Let's start off with an extremely basic function, which will try to grab an emoji from the current client and return it.

function findEmoji(id) {
	const emoji = this.emojis.get(id);
	if (!emoji) return null;
	return emoji;
}

Next, you need to properly call the function in your command. If you recall from this section, it is shown there how to pass a function and arguments correctly. .call() will also be used in order to preserve the client context in the function that is passed through.

client.on('message', message => {
	if (!message.content.startsWith(prefix) || message.author.bot) return;

	const args = message.content.slice(prefix.length).split(/ +/);
	const command = args.shift().toLowerCase();

	if (command === 'emoji') {
		if (!args.length) return message.reply('please specify an emoji id to search for.');

		return client.shard.broadcastEval(`(${findEmoji}).call(this, '${args[0]}')`)
			.then(console.log);
	}
});

TIP

If you are unsure as to what .call() does, you may read up on it here.

Now, run this code, and you will surely get a result that looks like the following:

[ { guild:
     { members: {},
       // ...
       id: '222078108977594368',
       name: 'Discord.js Official',
       icon: '6e4b4d1a0c7187f9fd5d4976c50ac96e',
       // ...
       emojis: {} },
    id: '383735055509356544',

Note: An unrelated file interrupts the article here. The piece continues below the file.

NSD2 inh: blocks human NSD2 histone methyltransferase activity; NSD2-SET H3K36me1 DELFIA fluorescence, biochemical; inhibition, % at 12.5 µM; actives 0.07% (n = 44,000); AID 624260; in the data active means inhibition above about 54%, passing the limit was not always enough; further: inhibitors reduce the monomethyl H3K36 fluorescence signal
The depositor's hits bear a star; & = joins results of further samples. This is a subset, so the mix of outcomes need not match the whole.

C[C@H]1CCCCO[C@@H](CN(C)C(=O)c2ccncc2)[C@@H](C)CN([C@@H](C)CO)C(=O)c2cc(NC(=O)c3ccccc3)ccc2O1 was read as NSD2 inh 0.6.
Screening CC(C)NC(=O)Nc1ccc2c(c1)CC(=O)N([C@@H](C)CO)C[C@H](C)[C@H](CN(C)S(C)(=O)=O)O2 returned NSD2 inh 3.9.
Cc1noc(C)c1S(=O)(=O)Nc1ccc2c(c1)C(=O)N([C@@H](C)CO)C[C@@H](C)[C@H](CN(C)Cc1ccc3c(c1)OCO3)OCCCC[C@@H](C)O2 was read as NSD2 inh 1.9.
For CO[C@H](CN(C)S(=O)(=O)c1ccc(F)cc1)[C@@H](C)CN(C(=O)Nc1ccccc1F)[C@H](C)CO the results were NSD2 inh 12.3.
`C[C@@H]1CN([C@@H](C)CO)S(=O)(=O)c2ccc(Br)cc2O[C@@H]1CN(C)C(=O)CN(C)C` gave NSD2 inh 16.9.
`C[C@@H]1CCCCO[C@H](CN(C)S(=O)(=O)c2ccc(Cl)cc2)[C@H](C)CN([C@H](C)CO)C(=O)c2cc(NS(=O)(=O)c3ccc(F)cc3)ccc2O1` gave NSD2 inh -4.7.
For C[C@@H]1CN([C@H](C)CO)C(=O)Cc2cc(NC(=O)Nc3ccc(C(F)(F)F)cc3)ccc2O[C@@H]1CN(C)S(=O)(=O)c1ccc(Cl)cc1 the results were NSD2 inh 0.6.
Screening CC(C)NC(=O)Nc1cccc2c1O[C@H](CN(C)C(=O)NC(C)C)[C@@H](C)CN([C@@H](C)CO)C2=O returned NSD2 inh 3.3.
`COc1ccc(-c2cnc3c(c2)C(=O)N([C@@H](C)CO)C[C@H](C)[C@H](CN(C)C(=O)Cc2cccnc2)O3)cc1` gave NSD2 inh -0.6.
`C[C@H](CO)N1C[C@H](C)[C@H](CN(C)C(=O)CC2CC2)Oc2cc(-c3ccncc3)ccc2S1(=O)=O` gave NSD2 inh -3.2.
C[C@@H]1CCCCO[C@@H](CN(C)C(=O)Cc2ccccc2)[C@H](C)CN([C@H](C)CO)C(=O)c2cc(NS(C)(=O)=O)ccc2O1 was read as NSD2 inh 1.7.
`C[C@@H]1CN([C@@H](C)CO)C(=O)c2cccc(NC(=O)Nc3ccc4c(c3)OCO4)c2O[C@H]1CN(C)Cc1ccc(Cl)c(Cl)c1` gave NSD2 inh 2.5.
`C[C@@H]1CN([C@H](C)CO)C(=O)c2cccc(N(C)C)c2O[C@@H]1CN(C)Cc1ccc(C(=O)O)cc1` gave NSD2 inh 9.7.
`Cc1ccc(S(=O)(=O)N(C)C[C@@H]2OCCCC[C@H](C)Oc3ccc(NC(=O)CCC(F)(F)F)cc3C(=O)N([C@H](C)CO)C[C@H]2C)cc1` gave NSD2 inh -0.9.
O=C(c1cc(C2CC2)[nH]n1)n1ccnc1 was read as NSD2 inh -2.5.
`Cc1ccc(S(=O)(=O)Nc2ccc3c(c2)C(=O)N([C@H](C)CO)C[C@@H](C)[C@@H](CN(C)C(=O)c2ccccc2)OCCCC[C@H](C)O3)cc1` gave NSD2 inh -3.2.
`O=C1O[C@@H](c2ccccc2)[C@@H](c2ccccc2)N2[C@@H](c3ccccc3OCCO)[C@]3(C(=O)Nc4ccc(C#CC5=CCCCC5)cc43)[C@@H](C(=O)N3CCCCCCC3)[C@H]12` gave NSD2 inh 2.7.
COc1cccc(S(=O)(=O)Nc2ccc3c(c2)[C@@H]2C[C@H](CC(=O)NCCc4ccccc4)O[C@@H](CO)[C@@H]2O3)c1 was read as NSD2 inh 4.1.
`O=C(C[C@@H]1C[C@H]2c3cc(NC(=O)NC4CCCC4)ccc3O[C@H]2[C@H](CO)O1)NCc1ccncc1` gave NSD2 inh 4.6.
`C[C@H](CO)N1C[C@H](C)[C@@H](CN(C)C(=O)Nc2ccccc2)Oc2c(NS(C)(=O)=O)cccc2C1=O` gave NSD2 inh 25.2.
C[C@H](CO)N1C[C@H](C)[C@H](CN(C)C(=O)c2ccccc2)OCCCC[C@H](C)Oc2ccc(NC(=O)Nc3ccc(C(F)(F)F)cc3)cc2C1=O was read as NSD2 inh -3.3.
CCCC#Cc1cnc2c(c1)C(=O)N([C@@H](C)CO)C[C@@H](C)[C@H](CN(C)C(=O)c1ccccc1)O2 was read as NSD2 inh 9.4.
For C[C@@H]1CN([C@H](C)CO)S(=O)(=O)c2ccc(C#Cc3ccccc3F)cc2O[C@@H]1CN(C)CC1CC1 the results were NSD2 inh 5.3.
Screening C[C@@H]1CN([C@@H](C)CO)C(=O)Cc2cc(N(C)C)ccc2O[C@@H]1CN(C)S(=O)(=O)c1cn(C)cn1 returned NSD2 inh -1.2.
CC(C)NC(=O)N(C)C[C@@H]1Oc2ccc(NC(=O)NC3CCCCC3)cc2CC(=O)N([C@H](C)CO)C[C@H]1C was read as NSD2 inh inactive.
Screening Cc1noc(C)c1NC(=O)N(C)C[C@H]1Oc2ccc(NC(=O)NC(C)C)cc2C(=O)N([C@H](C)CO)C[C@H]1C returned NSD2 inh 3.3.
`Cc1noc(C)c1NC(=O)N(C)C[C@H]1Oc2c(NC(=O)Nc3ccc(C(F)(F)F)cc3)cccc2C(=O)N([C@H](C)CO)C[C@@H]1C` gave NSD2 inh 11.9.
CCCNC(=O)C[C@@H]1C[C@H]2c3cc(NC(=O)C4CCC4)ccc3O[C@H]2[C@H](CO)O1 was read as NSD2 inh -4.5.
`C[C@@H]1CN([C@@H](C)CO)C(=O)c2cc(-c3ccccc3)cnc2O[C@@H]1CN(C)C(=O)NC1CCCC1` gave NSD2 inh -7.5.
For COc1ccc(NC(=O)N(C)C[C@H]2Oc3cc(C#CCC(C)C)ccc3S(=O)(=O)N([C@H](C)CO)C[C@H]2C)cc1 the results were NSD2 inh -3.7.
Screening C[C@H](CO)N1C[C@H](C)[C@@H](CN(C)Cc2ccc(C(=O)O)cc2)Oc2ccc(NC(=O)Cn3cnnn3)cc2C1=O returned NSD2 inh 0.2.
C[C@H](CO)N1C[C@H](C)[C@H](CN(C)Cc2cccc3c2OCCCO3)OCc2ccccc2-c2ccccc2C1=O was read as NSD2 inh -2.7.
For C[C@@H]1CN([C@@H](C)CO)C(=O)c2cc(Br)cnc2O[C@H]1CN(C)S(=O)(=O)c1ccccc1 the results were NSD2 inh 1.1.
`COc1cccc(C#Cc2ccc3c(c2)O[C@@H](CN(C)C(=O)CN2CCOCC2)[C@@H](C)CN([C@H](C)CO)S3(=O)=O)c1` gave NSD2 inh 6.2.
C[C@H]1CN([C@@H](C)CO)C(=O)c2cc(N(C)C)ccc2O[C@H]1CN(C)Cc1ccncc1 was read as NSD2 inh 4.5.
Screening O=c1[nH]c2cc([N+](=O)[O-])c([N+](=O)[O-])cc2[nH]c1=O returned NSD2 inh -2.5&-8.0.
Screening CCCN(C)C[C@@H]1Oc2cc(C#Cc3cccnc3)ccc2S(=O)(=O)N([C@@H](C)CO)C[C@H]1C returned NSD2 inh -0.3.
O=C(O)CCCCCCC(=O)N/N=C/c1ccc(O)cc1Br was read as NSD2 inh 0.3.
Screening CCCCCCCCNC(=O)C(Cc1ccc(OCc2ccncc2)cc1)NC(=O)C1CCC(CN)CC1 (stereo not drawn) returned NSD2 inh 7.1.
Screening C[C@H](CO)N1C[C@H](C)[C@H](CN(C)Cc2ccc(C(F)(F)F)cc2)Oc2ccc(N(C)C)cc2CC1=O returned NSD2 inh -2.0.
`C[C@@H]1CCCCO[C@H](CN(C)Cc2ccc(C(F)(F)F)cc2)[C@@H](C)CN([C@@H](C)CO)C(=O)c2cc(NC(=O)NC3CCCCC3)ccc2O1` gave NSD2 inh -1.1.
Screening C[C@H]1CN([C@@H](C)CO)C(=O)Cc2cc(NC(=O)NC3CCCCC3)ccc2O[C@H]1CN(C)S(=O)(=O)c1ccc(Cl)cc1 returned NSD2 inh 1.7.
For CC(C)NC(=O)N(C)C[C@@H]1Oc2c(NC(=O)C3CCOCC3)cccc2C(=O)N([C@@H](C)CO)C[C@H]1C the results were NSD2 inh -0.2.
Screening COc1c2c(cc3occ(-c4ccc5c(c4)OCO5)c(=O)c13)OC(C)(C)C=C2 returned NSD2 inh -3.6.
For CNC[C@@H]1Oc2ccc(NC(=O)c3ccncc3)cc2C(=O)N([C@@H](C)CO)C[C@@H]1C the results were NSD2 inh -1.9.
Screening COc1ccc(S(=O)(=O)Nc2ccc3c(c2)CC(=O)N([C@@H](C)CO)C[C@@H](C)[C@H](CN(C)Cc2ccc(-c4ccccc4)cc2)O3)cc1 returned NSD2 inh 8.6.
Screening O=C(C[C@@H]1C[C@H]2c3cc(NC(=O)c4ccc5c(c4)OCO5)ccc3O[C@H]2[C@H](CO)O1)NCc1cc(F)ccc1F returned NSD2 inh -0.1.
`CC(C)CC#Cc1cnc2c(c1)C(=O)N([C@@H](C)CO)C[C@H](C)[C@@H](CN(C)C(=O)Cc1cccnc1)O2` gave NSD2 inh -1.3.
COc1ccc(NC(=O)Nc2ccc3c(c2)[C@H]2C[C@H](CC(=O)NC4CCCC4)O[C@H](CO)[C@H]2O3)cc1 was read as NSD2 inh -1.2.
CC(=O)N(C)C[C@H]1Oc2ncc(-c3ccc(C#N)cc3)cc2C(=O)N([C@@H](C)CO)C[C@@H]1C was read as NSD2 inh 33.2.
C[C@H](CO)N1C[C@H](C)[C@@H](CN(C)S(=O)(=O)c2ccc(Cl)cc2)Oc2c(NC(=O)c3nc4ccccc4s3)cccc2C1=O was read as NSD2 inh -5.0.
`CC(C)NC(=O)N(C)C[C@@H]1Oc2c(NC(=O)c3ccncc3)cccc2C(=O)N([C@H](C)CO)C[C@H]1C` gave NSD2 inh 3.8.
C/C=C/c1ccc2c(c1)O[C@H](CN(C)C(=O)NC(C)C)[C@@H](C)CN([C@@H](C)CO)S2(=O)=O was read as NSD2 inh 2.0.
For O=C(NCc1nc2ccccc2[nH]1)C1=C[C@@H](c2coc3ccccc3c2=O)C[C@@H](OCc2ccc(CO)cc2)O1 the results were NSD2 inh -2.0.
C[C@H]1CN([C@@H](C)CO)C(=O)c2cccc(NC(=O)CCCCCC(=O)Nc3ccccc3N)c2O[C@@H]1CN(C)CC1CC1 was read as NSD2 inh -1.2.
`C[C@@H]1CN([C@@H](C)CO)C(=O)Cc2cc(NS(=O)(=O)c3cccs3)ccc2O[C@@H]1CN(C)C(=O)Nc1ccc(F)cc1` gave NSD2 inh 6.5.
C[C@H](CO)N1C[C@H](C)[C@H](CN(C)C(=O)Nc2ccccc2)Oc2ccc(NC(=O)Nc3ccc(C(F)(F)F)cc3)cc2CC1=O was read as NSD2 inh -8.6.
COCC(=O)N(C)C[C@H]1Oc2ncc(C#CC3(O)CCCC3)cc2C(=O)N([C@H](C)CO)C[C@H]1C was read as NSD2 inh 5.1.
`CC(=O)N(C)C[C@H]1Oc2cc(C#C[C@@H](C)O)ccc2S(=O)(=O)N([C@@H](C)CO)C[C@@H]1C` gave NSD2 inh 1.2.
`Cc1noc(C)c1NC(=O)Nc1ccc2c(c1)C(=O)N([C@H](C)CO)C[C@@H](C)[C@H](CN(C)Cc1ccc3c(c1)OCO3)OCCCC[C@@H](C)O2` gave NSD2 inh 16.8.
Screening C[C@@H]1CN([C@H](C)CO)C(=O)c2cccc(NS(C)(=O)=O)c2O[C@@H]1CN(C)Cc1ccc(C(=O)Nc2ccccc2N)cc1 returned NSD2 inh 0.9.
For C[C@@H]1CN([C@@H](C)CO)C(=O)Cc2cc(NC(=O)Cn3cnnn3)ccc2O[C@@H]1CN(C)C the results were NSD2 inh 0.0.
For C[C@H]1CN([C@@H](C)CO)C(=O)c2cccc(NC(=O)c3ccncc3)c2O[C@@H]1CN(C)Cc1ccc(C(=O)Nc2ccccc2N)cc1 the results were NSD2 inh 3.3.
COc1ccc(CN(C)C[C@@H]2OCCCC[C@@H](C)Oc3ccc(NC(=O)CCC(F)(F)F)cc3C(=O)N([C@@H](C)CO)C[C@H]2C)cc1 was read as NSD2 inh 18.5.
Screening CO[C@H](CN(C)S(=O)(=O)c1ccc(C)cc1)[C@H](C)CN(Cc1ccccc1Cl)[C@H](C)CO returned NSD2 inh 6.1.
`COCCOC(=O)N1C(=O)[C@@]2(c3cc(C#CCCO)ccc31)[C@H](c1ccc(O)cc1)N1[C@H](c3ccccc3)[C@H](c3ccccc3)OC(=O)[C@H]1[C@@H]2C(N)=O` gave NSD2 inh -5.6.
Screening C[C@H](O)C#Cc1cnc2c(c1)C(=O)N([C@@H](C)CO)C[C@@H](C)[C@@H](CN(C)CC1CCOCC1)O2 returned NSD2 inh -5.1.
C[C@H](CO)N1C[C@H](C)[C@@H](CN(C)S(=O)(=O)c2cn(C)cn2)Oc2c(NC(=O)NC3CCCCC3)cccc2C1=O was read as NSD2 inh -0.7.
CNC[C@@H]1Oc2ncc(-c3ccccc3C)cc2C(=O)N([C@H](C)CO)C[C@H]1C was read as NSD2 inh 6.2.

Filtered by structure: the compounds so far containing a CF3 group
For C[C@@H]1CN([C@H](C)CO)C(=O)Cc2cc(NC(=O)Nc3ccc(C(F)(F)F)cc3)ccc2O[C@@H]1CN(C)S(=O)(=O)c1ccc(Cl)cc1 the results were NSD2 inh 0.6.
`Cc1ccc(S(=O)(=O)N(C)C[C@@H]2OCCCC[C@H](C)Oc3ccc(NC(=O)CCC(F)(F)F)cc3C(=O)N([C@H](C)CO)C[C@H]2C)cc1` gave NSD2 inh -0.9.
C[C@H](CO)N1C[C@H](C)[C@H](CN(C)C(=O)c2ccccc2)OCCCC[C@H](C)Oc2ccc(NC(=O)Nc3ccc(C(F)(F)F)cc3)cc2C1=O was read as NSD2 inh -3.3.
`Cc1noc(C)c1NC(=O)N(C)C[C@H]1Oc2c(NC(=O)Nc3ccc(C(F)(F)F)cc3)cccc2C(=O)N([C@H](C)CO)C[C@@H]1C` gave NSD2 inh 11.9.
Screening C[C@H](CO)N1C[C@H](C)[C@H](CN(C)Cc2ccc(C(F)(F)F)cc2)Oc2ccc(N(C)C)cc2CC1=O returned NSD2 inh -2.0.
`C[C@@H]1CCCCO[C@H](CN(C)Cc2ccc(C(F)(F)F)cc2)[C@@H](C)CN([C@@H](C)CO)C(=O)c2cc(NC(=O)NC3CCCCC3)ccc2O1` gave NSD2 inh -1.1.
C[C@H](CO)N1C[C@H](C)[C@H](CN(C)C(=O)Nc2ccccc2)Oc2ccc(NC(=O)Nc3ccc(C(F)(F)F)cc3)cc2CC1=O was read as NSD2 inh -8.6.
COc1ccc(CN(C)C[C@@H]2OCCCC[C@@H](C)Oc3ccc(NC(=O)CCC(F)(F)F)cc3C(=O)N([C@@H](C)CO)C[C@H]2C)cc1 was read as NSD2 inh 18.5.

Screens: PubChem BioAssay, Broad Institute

name: 'duckSmug',
    requiresColons: true,
    managed: false,
    animated: false,
    _roles: [] } ]

While this result isnt necessarily bad or incorrect, it's simply a raw object that got JSON.parse()'d and JSON.stringify()'d over, so all of the circular references are gone. More importantly, The object is no longer a true Emoji object as provided by discord.js. This means none of the convenience methods usually provided to you are available. If this is not a concern to you, then you can effectively skip the rest of this section. However, this is a tutorial, so it should be covered regardless! Let's remedy this issue, shall we?

function findEmoji(id) {
-	const emoji = this.emojis.get(id);	
+	const temp = this.emojis.get(id);
-	if (!emoji) return null;
+	if (!temp) return null;
+
+	// Clone the object because it is modified right after, so as to not affect the cache in client.emojis
+	const emoji = Object.assign({}, temp);
+	// Circular references can't be returned outside of eval, so change it to the id
+	if (emoji.guild) emoji.guild = emoji.guild.id;
+	// A new object will be construted, so simulate raw data by adding this property back
+	emoji.require_colons = emoji.requiresColons;
+
	return emoji;
}

Now, you will want to make use of it in the actual command:

	return client.shard.broadcastEval(`(${findEmoji}).call(this, '${args[0]}')`)
-		.then(console.log);
+		.then(emojiArray => {
+			// Locate a non falsy result, which will be the emoji in question
+			const foundEmoji = emojiArray.find(emoji => emoji);
+			if (!foundEmoji) return message.reply('I could not find such an emoji.');
+
+			// Acquire a guild that can be reconstructed with discord.js
+			return client.rest.makeRequest('get', Discord.Constants.Endpoints.Guild(foundEmoji.guild).toString(), true)
+					.then(raw => {
+						// Reconstruct a guild
+						const guild = new Discord.Guild(client, raw);
+						// Reconstruct an emoji object as required by discord.js
+						const emoji = new Discord.Emoji(guild, foundEmoji);
+						return message.reply(`I have found an emoji ${emoji.toString()}!`);
+					});
+		});

And that's all! The emoji should have pretty-printed in a message as you'd expect.

Resulting code

If you want to compare your code to the code we've constructed so far, you can review it over on the GitHub repository here .